From space the face of the Amazon is veiled by thick smoke of unabated forest fires - set to destroy the forest and to kill its Indigenous owners.

As Amazon burns BlackRock emerges as world’s largest investor in deforestation

Amazon Day of Action" on September 5th, 2019

The world’s largest institutional investor with US $6.5 trillion in assets is a global leader in financing forest destruction, new report says

By DTE Staff (*) - 31 August 2019

With the Amazon going down in flames, a report released on August 30, 2019 claimed that BlackRock Inc — the world’s largest institutional investor with $6.84 trillion in assets under management (AUM) — was heavily invested in companies most responsible for the destruction of tropical forests in the Amazon and around the world. 

"Giants: The Global Power Elite" by Professor Peter Phillips is a powerful and insightful book on who controls this planet Earth.

The elites will not give up without a fight.

By Andrew Wong

Someone even asked: "Perhaps elites can save this planet earth & solve Hong Kong crisis?"

In brief summary, quote “the number of men with as much wealth as half the world fell from sixty-two to just eight between January 2016 and January 2017.” “there are 300 world policy makers on concentrated world capital”.

Professor Peter Phillips argues that treating capitalism as God with continuous growth can only lead to catastrophe that can destroy this planet where no one can survive. 

He cited the examples of the 1934 West Coast Waterfront Strike that lasted 83 days, together with the San Francisco General Strike which stopped all work in the major port city for four days. Military stepped in resulting in “"Bloody Thursday". The exploitation of the poor by the elites went beyond the threshold of the poor.

UK rights advocate co-owns firm whose spyware is 'used to target dissidents'

Exclusive: Yana Peel co-owns NSO Group that licensed Pegasus software to authoritarian regimes

Yana Peel, who has judged freedom of expression awards, described the criticism of NSO as ‘misinformed’. Photograph: Richard Young/Rex/Shutterstock

By  in New York and in Washington -  TG - 

  • N.B.: This article is the subject of a legal complaint made on behalf of Yana Peel.

  • This note was added on 30 August 2019 to reflect Yana Peel’s position: "Yana Peel is not, and was not, involved at all in the management or operations of NSO. Yana Peel has an indirect and passive interest in the Novalpina Capital investment fund (“the fund”) that acquired NSO in 2019. She is not, and was not, personally involved in the operation or decisions of the fund, which is managed by her husband, Stephen Peel and others. Mrs Peel was not involved in any decision-making relating to the fund’s acquisition of NSO."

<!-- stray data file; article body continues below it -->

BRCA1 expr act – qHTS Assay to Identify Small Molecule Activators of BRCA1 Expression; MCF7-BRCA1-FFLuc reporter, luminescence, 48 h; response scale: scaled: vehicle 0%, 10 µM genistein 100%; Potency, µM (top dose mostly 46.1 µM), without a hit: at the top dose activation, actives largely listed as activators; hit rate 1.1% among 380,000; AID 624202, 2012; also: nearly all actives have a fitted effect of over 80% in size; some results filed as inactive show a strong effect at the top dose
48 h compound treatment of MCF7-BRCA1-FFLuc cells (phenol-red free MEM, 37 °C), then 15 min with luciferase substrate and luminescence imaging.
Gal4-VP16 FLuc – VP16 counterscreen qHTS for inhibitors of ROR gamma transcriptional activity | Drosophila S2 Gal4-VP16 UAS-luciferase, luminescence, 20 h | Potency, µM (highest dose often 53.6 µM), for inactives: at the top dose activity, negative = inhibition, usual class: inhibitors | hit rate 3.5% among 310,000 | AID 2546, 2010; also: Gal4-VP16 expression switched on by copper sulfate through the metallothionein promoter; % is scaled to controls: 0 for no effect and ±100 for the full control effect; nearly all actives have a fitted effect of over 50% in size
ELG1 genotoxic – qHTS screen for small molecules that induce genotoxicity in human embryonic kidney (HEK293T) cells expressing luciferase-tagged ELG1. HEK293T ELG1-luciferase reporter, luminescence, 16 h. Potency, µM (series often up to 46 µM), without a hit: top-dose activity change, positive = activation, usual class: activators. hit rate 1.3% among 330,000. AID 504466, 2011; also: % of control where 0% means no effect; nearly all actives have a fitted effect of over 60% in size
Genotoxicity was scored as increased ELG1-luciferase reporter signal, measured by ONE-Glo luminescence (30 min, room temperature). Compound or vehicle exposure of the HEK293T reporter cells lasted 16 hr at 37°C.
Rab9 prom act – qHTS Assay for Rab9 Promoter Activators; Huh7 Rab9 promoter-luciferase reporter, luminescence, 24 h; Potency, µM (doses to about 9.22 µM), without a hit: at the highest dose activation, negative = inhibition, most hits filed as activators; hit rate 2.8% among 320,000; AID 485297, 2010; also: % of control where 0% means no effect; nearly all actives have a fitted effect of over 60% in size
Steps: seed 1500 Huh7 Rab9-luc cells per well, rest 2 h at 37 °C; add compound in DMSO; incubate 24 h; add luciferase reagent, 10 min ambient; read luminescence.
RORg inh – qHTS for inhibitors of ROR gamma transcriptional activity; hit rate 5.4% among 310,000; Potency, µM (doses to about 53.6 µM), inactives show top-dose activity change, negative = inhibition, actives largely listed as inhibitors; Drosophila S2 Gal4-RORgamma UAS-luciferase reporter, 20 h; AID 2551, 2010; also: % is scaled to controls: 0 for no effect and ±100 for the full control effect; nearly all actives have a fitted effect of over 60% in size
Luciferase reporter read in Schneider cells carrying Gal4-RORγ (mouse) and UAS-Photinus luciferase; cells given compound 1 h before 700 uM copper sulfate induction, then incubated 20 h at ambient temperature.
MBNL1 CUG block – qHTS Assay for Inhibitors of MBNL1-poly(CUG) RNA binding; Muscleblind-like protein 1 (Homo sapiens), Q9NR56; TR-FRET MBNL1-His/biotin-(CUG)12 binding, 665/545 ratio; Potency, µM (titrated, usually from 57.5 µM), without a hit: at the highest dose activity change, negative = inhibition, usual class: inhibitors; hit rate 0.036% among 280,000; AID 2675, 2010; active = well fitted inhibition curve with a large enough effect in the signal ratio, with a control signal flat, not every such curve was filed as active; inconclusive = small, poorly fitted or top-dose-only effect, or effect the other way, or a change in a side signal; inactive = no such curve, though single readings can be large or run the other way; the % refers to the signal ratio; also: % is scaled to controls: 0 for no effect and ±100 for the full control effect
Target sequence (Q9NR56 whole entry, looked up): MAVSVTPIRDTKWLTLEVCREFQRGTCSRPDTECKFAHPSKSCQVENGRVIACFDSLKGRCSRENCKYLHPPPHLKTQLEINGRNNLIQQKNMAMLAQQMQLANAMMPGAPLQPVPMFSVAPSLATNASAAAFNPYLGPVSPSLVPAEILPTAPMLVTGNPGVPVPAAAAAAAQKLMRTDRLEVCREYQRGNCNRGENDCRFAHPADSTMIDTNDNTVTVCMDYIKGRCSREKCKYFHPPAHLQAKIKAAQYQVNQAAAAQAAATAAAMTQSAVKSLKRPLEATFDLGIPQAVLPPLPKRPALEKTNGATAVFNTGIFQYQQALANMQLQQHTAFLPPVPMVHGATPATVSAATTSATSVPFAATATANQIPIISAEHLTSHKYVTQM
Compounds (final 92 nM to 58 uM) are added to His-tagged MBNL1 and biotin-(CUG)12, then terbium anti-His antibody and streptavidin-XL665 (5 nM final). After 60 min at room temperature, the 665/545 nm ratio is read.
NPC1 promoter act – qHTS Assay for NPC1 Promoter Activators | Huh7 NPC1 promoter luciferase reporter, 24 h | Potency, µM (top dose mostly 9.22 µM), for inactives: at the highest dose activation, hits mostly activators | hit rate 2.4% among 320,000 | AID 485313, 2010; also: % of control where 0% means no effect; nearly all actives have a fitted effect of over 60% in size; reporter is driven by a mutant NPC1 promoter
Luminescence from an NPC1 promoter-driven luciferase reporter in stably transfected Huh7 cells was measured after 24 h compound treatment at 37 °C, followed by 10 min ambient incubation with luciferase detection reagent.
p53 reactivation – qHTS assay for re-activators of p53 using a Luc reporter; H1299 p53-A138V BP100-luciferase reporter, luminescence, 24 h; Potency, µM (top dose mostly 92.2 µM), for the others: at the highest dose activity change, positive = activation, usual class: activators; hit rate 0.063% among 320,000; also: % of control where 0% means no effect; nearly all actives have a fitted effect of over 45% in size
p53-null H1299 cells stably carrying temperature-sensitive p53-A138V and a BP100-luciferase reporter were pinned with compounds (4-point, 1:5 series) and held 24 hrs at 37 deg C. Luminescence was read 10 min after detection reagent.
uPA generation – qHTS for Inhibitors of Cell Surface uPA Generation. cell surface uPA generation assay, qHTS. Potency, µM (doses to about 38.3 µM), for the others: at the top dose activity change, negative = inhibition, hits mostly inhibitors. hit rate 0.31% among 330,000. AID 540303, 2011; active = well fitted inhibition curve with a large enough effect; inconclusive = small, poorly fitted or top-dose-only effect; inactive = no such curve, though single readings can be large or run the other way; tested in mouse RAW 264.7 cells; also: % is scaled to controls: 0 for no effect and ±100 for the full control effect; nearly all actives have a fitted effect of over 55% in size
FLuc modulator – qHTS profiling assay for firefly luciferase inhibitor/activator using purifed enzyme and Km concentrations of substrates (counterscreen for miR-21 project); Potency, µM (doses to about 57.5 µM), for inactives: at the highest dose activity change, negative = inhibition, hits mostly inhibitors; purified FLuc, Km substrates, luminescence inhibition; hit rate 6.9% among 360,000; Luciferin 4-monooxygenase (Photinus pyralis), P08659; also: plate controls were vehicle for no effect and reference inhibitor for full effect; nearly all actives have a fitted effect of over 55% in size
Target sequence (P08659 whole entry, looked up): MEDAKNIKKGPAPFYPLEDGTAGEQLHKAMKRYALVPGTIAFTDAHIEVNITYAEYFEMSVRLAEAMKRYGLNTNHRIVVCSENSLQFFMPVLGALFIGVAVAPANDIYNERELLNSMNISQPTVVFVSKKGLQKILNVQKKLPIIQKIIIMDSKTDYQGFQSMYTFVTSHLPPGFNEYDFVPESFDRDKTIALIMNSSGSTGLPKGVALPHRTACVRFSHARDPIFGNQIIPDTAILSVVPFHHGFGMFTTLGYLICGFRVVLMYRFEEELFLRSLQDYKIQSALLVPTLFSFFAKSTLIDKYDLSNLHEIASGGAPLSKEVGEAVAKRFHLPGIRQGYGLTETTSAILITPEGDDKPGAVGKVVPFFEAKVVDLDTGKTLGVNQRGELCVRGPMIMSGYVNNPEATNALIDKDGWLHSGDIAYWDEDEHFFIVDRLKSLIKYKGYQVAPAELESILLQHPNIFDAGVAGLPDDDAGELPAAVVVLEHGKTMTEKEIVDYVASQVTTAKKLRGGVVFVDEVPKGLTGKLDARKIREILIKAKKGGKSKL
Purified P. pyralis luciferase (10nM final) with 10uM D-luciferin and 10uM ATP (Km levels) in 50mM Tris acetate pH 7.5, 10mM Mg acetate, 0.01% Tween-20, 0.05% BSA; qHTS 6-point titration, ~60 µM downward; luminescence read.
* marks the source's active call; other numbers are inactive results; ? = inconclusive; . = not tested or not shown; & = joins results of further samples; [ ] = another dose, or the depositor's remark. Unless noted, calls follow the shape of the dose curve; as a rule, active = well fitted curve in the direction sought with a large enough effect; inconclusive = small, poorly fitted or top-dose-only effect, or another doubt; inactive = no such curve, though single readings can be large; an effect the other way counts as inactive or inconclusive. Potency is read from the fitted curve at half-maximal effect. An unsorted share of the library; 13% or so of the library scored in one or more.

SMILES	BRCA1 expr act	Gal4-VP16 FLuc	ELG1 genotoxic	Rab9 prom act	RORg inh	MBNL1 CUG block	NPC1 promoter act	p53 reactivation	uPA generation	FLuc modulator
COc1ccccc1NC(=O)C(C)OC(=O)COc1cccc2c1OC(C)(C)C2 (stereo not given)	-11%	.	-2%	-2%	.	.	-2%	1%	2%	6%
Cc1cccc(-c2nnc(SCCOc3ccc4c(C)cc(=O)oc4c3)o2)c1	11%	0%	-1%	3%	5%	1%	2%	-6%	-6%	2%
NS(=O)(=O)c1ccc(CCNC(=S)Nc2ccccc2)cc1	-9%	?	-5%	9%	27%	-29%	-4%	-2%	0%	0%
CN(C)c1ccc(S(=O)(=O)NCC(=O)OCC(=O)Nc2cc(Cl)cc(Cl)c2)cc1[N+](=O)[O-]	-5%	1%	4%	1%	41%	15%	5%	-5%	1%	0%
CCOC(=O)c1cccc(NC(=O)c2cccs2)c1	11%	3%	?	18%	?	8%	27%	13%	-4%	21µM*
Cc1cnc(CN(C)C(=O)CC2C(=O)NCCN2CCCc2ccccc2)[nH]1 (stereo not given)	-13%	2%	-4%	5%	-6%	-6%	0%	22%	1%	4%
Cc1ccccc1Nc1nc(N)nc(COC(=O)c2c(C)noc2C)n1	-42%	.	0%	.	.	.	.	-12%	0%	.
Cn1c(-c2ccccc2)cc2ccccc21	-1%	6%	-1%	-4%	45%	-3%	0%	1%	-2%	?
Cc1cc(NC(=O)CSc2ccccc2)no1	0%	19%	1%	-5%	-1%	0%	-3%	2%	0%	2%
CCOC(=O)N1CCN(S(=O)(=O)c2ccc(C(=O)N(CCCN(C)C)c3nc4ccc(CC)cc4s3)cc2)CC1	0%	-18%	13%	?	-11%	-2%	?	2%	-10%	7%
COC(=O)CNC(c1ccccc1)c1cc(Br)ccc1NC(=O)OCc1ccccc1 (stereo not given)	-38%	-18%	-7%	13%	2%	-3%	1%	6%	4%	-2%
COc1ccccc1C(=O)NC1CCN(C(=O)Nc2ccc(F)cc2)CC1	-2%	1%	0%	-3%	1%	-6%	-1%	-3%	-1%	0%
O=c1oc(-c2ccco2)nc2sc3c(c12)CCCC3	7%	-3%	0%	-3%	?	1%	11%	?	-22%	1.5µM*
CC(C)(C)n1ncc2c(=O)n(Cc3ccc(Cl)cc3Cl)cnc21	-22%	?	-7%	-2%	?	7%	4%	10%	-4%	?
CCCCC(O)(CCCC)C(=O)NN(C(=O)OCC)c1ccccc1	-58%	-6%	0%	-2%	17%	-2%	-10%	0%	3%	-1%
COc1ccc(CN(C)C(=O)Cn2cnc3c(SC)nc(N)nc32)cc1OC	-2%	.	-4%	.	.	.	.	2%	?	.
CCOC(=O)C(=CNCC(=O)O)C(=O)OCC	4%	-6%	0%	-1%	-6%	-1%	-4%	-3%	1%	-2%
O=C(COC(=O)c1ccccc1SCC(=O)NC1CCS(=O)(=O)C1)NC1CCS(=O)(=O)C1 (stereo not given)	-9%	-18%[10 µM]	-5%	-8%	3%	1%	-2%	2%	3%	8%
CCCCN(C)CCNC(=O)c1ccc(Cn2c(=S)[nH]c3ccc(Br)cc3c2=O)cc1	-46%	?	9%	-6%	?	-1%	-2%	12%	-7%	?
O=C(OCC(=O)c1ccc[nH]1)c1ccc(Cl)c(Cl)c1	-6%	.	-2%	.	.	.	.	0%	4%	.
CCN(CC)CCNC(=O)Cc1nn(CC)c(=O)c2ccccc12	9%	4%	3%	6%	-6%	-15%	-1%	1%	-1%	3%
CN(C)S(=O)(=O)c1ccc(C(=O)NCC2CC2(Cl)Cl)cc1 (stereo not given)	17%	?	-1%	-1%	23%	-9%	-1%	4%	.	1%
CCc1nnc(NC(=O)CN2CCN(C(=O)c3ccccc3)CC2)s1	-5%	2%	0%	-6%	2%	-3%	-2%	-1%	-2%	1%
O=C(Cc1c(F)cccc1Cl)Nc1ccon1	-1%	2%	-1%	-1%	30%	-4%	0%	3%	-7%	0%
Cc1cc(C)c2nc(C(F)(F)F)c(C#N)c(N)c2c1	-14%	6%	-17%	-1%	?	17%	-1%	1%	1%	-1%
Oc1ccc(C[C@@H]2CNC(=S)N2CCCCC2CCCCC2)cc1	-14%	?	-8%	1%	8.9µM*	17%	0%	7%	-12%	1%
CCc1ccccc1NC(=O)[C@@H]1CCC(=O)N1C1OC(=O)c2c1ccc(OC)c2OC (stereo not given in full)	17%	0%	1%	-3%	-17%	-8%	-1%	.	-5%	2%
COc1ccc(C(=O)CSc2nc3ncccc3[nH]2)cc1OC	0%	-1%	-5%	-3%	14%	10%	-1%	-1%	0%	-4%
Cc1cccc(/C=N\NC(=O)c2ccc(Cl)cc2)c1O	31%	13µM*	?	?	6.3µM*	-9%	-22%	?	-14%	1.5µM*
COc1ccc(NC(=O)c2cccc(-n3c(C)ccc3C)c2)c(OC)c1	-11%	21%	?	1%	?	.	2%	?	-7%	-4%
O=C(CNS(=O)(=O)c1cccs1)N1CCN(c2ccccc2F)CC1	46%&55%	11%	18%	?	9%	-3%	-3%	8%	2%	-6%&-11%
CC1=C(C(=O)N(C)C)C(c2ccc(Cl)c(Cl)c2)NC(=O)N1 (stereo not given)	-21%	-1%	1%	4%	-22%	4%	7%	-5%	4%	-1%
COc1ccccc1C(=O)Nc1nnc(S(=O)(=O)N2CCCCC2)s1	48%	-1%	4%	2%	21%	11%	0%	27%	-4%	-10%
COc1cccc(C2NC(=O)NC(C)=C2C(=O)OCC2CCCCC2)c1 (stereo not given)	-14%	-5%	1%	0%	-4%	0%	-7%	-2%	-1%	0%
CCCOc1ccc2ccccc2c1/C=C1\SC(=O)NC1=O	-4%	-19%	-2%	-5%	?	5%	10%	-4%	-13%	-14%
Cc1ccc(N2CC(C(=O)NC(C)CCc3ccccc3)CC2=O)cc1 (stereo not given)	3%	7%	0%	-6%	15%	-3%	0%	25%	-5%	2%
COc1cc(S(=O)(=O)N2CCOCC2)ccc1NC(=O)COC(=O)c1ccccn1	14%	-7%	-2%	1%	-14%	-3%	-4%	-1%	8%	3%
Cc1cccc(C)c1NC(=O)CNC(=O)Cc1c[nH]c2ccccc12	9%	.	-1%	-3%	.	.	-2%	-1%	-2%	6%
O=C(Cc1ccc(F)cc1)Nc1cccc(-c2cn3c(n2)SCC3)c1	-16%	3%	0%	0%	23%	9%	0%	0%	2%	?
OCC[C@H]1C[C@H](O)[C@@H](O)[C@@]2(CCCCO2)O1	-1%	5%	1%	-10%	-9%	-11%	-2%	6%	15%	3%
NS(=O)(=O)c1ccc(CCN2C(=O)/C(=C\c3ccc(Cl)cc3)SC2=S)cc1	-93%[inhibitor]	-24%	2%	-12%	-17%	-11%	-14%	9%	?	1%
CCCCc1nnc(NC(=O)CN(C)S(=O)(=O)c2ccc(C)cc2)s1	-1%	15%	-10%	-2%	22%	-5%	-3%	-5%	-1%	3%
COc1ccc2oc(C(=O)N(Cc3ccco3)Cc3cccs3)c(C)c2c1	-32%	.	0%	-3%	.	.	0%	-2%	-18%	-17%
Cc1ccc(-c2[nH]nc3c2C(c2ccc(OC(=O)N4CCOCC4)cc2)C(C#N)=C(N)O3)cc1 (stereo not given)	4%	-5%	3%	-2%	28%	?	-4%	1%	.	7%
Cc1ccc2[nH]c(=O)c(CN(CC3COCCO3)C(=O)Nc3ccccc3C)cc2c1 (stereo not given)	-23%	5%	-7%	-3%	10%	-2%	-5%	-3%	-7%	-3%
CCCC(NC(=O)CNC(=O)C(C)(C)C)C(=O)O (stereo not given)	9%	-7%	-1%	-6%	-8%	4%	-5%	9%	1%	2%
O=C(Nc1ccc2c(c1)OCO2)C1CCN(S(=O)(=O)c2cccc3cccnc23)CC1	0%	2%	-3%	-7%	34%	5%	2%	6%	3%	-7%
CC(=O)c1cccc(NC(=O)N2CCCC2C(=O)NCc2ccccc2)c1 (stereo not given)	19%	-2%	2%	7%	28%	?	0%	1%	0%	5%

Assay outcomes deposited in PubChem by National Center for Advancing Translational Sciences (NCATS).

A leading human rights campaigner and head of a prestigious London art gallery is the co-owner of an Israeli cyberweapons company whose software has allegedly been used by authoritarian regimes to spy on dissidents, the Guardian can reveal.

How Indigenous peoples’ lives are being destroyed by global agribusiness in Brazil

Kaiowá and Guarani protecting their lands on a possible eviction day, March 2018. Author provided.

By - 

For more than half a century, the Indigenous Kaiowá and Guarani people of Brazil have been deprived of their ancestral lands, and consigned to small reserves where it is impossible to maintain their traditional livelihoods. Generations of these Indigenous peoples’ lives have been marked by violence and vulnerability as they have tried to reclaim what, according to the Brazilian constitution, is rightfully theirs.

And now we have found that increasing globalisation is posing an urgent threat. In March 2018, as part of the Global-Rural research project based at Aberystwyth University, we visited the Kaiowá and Guarani people who live near Dourados, in the southwestern state of Mato Grosso do Sul.

Play and watch this moving documentary   RIGHT HERE- RIGHT NOW!

Bolivia’s Amazon Fire Hotspots Reduced by 85%

Evo Morales, on Tuesday, visiting the affected communities in the Chiquitania | Photo: ABI

“I call on young environmentalists, farmers and social organizations to implement a recovery plan for locals in the affected areas. #UnityinAdversity”

Bolivia’s defense minister Javier Zavaleta announced on Wednesday afternoon, that the hotspots for the Amazon fires in Bolivia have been reduced by 85% in the past eight days. Bolivia’s government has mobilized a huge air operation, involving helicopters, planes and the ‘Supertanker’ to combat the fires that have raged in the country.

“More than 85 percent of the hotspots have been extinguished in almost eight days of operations, therefore, the fire is definitely receding, and we are already attacking specific places from air and land. So we hope the fire will continue receding” said Zavaleta, speaking at a press conference on Wednesday.